miliosr

Classic Hollywood/Hollywood's Golden Age

274 posts in this topic

By the way, TV's series "Mad Men" has a lot in common with "The Best of Everything" in that it deals with pre-feminist office politics of the late fifties and early sixties. This was an era when female executives had to wear hats in the office so that they wouldn't be mistaken for secretaries. The term "sexual harassment" hadn't been invented yet.

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Everyone thinks she looks great for 90.
She had a considerable head start at looking great -- at every age.

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And Fontaine hasn’t exactly had what you call a rough life, which is also good for maintaining your looks. Years ago I read her autobiography, “No Bed of Roses,” and the title would have been accurate if you left out the “No.”

Thanks for that link, FauxPas. Olivia had her questionnaire awhile back, so they’re even.

Very good point about "Mad Men," too. It does have elements of “The Best of Everything Meets The Sopranos.” (Although that makes the show sound more interesting than it generally is for this viewer. I’m trying to stay with it but it’s testing my patience.)

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As FauxPas notes, The Best of Everything is clever in the way it uses fashion to denote the hierarchy among the female employees at Fabian Publishing. As the Hope Lange character Caroline rises in the company, her wardrobe becomes more sophisticated -- hats, pearls, etc. In fact, even if you watch the movie with the sound off and know nothing about the characters, counting the strands of pearls around the necks of the female employees will give you a great understanding of who's who in the company firmament.

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Anita Page 'retired gracefully', for those for whom that matters (it doesn't as such to me, they all lived their own lives as they needed to or wanted to. Their vanity about their looks is their business, and that's what they wanted. Being a recluse is all right. Most of these Golden Age stars were characters, I don't see that it's realistic to be 'normal' or 'graceful' about the old age if you weren't in the young age, and plenty weren't either.) In fact, Page did that back in the 30s and only died a few months ago at 98 or 99, always an honoured personality throughout her later years, being the last remaining person, or 'famous person', to attend the first academy awards. She was a charmer in her heyday, and 'You Were Meant for Me was written for her. We neglected to write her up. I don't see anything ungraceful about Bette Davis's senior moment years, I'm glad she did all the pulp she wanted to, her presence was always welcome, even as 'Widow Fortune' in the miniseries 'Dark Secret of Harvest Home', based on the Thomas Tryon novel.

Illnesses and being bedridden are bound to cause depression, and wouldn't be cause for 'doing old age poorly', and this is the same for famous people as those who aren't. For 'retiring gracefully', Deborah Kerr and Lillian Gish did it the best I can think of.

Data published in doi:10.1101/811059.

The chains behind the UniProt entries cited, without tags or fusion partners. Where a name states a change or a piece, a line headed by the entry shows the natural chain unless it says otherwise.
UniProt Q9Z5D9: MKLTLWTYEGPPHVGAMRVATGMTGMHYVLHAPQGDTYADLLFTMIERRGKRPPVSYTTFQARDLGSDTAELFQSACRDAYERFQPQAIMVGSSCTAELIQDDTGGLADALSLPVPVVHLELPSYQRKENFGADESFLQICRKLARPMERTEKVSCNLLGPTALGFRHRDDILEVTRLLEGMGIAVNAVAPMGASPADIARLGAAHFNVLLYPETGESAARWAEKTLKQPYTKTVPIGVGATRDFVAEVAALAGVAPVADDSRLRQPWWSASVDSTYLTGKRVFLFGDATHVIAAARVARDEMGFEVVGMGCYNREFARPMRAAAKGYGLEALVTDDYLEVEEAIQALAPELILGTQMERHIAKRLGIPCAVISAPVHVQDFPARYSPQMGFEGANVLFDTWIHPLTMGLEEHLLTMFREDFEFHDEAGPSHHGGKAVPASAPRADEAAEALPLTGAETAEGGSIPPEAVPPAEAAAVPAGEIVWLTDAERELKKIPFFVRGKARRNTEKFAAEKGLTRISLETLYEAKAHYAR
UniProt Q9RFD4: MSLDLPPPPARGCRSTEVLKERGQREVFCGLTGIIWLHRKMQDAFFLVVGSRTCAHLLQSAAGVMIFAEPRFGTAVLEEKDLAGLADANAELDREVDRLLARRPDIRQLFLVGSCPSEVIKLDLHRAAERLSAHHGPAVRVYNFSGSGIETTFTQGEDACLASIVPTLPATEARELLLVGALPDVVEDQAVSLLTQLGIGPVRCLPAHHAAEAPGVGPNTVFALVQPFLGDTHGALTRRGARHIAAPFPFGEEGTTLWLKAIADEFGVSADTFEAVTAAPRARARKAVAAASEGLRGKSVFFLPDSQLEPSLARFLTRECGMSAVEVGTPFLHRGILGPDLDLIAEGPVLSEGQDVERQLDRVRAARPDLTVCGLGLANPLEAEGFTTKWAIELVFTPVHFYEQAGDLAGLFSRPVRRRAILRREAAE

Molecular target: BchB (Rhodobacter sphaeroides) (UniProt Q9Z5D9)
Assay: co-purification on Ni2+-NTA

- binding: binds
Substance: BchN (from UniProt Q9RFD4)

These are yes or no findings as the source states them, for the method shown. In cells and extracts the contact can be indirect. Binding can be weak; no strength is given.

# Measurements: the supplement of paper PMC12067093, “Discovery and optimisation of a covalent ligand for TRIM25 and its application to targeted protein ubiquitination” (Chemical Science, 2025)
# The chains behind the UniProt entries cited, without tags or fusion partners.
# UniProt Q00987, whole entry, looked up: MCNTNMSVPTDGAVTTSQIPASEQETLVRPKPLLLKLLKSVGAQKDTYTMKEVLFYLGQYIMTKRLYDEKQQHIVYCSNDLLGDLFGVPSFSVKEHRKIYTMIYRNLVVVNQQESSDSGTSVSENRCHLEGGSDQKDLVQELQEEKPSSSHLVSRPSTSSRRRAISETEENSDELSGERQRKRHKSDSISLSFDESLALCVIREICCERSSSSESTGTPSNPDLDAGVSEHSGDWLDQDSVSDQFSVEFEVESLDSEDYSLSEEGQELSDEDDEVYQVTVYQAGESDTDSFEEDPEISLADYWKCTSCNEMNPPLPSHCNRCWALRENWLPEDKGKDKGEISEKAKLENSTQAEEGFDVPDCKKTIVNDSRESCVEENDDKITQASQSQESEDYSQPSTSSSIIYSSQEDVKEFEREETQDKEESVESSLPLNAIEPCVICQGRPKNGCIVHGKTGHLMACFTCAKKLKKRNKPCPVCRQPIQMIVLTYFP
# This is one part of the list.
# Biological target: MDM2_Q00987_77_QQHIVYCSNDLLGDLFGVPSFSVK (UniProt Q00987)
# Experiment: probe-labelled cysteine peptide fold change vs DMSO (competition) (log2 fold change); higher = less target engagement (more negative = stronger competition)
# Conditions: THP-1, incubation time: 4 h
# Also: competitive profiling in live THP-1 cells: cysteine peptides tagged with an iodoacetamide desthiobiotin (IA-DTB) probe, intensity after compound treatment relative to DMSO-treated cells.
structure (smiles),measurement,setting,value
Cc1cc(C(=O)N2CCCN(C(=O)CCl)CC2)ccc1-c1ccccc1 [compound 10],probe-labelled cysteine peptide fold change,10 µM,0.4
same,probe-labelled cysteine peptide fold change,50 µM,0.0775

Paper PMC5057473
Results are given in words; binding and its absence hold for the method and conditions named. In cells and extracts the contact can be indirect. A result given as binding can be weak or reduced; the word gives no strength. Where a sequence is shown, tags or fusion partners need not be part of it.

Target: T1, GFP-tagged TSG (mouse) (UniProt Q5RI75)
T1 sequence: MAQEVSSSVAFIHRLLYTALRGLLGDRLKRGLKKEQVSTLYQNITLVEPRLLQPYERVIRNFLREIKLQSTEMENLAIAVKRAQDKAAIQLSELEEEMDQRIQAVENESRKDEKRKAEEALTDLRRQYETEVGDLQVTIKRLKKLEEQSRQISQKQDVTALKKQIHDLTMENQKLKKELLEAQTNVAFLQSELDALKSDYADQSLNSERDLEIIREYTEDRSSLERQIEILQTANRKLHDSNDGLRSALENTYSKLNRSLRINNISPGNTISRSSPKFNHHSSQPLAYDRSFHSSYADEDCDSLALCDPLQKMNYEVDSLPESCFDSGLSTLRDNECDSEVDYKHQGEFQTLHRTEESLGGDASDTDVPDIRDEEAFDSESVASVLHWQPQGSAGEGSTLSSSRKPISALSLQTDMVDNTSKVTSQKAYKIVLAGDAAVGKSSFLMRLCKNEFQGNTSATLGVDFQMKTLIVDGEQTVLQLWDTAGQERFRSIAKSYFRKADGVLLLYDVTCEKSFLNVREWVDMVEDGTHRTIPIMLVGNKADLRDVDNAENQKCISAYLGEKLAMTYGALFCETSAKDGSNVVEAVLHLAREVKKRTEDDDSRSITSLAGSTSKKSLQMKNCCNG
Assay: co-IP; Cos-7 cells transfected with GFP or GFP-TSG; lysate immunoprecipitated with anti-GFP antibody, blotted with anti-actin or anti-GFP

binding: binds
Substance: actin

Edited to add: And if 'retiring gracefully' does not only apply to those who become at least octogenarians, Audrey Hepburn certainly did so as gracefully as possible, working in Somalia for the UN only months before her death--and not trying to control all her publicity with contracts as are some of the current 'good works' types, which is perfectly odious.

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I watched the premiere episodes of The City on MTV on Monday night and I was struck by how much it was an updated, 21st century version of the "three girls in the city" genre which gave us The Best of Everything.

The City, of course, is a spinoff of the popular MTV reality series The Hills and follows supporting "character" Whitney as she moves to New York from Los Angeles. The City also features socialite Olivia Palermo (she of Socialite Rank and Tinsley Mortimer feud fame) and Whitney's childhood friend Erin. If I had to compare the young women The City to the young women in The Best of Everything, here's how they would compare:

Whitney = Caroline (Hope Lange)

Olivia = Gregg (Suzy Parker)

Erin = April (Diane Baker)

There's no Fabian Publishing but Whitney and Olivia "work" at Diane von Furstenberg's beautiful new headquarters in Chelsea. (The interior stairs scare me!)

No redeeming artistic, intellectual or social qualities to this at all but a lot of fun to watch!!!

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The 'the three girls in the city' story (I'd include Sex and the City, too, with its four leads) was an evergreen for much of the twentieth century and I expect it to pop up in one form or another well into this one, too. Haven't seen 'The City,' yet.